Travel Blog #3 ‘The middle way’

Dawa meets us at the airport with white garlands and ‘namaste’ handshakes and smiles

He and the driver take our bags and beep the horn a lot out to take us to Thamel. Past shops of spices and pashminas we bounce along potholed roads

Families sit over tin cans on fire on the street side and police men whistle and try to direct traffic which largely ignores him

We whizz by the Royal palace. American embassy. Garden of Dreams. Kaiser library. Into Thamel, tourist and trekker Centre.

Dawa has been on the trekking trails for 32 years. He began as a porter, then a cook, then took his guide exams he is kind and gentle in the swirling madness of this city.

KTH is a sensory overload incessant incense smells dust people prayer-wheels temples poverty friendliness trek touts

We walk amongst the mopeds and smog to Durbar Square which is a sprawling kerplunk of temples and scaffolding after the earthquake. Though teeming the whole city is still reeling and being rebuilt. Wizened women sell salt fish smoked fish dried chillies and pink Himalayan rock salt in potato sized lumps. Others sit on the floor and sell bird seed. Others beg. Some sing.

Pigeons flap everywhere

Wrinkled men offer musical instruments I’ve never seen, crowds gather around a painter with no hands. Guides offer to show us around show us the Kumari (8year old living goddess) for a an hour for a plate of dumplings RS200, £1.40,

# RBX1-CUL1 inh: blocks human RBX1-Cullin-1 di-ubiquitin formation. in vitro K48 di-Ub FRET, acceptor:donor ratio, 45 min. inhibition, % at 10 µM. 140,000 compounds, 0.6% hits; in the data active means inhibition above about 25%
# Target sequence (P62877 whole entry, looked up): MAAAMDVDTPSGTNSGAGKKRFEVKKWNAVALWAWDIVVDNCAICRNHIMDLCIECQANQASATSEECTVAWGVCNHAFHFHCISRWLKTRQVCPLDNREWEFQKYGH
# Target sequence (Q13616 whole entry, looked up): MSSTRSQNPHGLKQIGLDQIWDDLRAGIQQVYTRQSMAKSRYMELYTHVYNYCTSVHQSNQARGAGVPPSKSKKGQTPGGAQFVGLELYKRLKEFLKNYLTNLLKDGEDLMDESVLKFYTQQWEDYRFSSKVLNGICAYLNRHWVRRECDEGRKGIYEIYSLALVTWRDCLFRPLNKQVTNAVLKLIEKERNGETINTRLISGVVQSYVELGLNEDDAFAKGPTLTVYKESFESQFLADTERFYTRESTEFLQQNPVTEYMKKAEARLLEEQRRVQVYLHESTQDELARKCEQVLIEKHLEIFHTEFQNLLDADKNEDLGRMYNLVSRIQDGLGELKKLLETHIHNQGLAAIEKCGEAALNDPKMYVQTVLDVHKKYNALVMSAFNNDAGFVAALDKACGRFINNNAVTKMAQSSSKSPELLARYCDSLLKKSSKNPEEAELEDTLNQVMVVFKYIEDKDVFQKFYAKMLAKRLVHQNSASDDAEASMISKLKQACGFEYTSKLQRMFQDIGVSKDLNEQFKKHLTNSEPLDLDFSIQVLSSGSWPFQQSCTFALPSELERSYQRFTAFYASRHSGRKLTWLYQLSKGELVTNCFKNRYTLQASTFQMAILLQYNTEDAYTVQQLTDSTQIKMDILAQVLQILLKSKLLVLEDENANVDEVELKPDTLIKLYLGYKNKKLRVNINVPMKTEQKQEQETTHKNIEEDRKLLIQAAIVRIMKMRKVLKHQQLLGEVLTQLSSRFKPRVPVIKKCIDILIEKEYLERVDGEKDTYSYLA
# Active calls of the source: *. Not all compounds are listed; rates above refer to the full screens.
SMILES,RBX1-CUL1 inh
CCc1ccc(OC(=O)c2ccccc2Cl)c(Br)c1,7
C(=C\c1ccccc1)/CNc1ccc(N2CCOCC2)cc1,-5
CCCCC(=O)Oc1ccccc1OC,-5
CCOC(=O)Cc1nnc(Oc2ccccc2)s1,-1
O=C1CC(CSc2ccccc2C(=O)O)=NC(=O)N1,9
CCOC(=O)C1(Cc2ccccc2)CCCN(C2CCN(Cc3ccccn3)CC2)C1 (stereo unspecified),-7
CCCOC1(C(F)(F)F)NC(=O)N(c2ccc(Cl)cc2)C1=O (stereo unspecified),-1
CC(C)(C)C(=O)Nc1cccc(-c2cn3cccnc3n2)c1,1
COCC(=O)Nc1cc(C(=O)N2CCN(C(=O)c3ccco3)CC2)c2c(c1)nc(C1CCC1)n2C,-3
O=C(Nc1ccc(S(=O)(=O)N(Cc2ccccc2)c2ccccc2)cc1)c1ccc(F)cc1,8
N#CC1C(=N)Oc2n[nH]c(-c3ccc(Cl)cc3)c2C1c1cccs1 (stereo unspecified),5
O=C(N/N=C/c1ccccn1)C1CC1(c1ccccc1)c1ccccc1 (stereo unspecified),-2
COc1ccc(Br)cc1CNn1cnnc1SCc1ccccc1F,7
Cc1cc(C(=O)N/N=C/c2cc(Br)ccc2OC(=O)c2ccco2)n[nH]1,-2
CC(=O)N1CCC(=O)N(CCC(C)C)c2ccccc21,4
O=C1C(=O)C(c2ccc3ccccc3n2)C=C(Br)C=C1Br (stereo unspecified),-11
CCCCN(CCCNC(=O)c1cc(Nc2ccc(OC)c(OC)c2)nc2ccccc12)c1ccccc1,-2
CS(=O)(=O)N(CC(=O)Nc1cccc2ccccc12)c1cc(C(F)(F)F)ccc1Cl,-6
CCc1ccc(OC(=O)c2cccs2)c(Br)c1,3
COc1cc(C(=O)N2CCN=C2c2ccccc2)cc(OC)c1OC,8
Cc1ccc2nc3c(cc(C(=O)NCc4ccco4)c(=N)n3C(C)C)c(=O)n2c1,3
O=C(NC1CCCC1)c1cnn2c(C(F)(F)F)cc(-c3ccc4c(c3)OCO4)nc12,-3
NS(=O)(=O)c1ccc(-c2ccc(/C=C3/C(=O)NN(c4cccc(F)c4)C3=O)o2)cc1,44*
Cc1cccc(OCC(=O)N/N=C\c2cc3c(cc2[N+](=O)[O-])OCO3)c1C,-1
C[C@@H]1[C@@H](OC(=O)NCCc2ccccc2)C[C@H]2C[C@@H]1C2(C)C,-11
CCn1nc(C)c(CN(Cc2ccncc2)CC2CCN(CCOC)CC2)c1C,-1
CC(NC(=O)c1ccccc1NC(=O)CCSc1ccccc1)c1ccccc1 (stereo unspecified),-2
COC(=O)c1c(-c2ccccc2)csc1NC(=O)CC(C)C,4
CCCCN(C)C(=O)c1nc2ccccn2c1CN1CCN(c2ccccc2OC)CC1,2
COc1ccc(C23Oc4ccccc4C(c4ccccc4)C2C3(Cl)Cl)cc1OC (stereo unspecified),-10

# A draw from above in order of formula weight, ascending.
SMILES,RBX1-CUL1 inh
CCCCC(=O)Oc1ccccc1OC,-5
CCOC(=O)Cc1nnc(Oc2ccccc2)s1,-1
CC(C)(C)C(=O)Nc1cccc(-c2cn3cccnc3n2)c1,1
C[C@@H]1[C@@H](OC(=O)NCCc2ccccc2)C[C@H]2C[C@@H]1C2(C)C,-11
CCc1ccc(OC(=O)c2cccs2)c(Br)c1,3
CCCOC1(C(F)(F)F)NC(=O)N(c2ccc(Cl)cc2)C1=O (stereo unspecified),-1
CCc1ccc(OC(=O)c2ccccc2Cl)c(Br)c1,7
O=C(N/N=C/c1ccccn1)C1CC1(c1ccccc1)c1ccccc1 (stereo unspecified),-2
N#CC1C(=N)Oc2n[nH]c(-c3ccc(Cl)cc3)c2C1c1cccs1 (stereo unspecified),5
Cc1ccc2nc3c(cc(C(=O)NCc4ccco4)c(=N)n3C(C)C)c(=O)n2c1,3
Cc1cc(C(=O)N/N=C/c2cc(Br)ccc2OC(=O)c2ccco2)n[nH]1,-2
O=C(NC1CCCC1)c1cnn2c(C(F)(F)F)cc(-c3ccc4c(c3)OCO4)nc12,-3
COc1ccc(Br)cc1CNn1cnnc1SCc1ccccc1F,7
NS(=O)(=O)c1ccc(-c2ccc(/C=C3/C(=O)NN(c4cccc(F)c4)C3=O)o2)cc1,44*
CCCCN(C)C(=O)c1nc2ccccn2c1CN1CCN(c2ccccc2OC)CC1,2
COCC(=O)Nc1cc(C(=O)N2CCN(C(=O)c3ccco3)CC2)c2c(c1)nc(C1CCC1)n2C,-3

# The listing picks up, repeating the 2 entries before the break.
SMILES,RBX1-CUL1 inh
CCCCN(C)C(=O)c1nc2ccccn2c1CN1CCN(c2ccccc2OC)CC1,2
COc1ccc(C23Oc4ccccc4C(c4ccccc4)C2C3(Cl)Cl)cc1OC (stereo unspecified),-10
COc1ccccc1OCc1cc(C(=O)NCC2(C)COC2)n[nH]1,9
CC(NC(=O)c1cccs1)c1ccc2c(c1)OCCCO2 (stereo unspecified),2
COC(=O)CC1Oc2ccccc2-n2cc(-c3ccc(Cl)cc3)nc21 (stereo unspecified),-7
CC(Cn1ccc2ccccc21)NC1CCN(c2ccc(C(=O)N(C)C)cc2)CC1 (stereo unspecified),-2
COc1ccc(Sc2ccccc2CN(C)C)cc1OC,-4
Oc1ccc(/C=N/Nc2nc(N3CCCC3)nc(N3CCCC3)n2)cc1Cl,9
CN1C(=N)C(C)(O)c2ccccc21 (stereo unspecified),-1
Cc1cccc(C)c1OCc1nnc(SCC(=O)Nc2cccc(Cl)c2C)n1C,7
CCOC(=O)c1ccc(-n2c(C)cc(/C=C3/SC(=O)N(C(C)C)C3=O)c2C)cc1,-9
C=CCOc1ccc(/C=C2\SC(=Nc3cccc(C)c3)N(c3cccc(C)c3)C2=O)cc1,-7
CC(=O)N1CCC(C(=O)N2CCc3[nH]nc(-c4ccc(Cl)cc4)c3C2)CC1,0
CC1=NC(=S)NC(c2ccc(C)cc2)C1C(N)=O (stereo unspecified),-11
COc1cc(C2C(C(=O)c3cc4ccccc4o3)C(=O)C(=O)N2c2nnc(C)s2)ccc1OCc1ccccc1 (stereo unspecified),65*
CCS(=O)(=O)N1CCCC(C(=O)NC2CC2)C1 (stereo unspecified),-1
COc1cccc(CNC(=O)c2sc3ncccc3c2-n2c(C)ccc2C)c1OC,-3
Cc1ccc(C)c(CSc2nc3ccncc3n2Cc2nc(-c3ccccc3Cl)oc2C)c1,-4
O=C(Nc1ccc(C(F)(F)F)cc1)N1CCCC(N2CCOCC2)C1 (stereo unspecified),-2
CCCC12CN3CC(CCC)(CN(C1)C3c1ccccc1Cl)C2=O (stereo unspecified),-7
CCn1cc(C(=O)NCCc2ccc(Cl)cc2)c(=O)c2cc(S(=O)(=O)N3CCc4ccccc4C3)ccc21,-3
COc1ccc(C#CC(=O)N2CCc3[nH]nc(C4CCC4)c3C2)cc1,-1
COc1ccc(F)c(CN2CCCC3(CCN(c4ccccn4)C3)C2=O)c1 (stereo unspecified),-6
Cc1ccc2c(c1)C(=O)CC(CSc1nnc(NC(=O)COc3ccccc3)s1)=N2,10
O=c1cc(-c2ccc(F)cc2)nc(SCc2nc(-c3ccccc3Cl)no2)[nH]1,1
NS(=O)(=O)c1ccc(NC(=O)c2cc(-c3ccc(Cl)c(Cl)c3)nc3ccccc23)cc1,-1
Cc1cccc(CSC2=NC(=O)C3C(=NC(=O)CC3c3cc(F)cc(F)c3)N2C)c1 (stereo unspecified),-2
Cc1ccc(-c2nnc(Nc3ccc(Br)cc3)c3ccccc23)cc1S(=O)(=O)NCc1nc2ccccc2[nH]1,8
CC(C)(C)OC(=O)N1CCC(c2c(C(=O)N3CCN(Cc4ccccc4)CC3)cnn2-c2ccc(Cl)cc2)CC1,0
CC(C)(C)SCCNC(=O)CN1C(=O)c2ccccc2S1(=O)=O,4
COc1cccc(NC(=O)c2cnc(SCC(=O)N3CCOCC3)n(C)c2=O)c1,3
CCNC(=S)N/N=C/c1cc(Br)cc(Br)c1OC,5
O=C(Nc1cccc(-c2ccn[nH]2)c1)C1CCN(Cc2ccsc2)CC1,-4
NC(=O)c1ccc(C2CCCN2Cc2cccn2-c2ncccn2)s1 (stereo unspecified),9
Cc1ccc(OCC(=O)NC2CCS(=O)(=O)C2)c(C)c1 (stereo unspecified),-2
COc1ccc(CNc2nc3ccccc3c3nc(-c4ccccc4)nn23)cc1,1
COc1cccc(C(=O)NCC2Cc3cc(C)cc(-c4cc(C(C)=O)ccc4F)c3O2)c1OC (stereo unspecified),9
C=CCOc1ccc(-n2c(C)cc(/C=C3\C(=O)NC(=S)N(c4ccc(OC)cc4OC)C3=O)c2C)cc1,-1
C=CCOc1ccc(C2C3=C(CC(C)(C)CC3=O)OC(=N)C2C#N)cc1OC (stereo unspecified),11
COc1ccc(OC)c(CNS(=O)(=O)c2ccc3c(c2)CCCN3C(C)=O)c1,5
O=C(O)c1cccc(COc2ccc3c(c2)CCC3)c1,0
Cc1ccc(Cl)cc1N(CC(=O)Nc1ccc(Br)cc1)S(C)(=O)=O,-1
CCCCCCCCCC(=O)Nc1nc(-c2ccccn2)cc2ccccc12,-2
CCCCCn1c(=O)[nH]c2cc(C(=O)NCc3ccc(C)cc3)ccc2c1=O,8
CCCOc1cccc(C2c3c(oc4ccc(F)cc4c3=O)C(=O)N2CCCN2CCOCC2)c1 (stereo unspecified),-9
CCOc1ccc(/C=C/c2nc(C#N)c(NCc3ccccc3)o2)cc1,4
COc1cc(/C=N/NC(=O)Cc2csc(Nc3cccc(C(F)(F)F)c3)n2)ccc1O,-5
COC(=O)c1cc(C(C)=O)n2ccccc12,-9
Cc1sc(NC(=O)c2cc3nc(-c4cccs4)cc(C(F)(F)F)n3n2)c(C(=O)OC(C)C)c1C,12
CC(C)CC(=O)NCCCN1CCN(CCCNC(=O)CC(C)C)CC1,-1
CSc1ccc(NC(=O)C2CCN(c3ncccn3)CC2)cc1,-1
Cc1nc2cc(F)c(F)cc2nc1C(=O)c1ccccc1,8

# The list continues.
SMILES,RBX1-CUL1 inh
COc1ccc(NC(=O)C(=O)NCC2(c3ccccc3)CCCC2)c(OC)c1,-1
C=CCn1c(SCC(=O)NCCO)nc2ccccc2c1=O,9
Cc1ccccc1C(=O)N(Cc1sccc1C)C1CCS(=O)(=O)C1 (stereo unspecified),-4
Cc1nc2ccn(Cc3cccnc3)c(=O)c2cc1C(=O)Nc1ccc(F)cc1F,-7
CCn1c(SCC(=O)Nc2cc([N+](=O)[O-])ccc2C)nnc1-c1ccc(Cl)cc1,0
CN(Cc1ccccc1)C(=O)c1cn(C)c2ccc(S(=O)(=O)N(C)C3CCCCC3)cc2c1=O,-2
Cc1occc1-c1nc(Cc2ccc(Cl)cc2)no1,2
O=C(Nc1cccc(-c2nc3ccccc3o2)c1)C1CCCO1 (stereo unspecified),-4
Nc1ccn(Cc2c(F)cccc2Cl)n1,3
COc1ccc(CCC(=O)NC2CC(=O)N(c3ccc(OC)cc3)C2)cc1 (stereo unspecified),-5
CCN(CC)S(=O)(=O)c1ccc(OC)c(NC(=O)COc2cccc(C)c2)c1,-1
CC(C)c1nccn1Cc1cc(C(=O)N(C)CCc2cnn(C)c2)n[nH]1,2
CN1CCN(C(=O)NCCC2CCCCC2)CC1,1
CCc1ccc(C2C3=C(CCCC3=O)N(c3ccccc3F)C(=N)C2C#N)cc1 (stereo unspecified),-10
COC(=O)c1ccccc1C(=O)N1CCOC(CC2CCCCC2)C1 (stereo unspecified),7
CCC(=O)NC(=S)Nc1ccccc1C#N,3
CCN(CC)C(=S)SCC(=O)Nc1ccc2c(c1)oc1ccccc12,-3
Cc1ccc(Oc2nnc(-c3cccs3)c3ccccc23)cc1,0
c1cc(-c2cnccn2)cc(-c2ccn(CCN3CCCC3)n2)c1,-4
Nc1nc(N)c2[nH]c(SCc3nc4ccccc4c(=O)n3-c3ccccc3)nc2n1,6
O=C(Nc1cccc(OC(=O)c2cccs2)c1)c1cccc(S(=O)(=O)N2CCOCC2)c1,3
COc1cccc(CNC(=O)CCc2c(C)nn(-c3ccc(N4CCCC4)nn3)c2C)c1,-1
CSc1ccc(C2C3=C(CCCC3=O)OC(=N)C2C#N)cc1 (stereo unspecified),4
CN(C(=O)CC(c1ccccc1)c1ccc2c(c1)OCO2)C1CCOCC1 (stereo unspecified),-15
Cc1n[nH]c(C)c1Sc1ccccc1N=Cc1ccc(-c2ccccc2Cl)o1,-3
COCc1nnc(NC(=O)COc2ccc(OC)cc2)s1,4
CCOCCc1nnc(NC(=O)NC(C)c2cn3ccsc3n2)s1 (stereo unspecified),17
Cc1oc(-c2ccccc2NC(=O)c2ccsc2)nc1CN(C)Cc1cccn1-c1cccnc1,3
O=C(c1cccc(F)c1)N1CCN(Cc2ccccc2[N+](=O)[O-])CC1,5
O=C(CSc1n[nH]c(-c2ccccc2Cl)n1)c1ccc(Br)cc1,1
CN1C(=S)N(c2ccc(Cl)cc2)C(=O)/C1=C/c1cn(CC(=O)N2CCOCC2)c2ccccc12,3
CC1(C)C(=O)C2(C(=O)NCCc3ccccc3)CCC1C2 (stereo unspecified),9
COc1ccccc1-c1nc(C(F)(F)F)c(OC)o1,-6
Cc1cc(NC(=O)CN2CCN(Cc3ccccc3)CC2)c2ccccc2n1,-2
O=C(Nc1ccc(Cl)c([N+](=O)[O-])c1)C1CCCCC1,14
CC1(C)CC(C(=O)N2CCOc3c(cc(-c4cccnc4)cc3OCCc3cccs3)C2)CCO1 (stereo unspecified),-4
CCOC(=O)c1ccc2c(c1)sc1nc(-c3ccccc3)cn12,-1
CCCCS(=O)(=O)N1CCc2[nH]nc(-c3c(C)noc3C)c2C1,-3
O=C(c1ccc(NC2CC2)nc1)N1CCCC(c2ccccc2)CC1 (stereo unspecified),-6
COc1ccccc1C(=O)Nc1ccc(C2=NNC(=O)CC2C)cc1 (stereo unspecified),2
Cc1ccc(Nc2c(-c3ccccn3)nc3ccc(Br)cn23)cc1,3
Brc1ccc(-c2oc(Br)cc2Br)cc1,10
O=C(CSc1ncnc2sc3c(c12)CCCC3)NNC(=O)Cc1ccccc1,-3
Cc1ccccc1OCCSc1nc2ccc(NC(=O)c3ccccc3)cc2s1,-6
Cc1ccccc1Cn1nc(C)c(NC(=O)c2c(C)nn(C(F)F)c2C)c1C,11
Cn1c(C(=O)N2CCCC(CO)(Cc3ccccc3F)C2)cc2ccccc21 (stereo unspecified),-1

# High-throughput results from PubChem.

Street children sit on the floor next to skinny dogs and play with orange peels and laugh

School children in pristine uniforms take selfies and pout

A gang of lads spin and run around a prayer wheel

A holy man talks to us about the earthquake, two men spot my Philophibia t shirt and I tell them about the local music scene in Wakefield, they say they have played music in a bar for 30years they ask if we live in Leicester and how they love Def Leppard

We edge through the narrow streets around Assan Tole market more pashminas fruit spices money changers bowl makers and we feel the life pulsing through here. The smoky smells rise and we buy face masks to breathe

A man convinces us to visit an Art school where intricate Buddhist murals are painted on cotton. We learn about the wheel of life and the middle way

Everyone says Namaste and smiles –

Namaste the Nepali greeting means ‘I salute the god in you’ and I do salute the people in Kathmandu; they are living hard here but seem a kind of happy. For people who live on less that £1 a day to still leave left over rice on the street for the dogs there must be some god in them.

At Swaybhunath Temple we walk the long stone staircase past bright painted buddhas and palm readers prayer flags always fluttering and red kites soaring; monkeys rule though here and are revered and fed and covered in red powder paint

The pristine white giant cue ball stupa sits atop the hill with eyes that look over across Kathmandu. Monks in orange robes play football I feel like the eyes are watching me and judging how I react to the poverty – can I be as selfless as the street people we meet? Do I live in the middle way?

I buy coconut pieces from a man and throw some coins into the peace pond, pondering.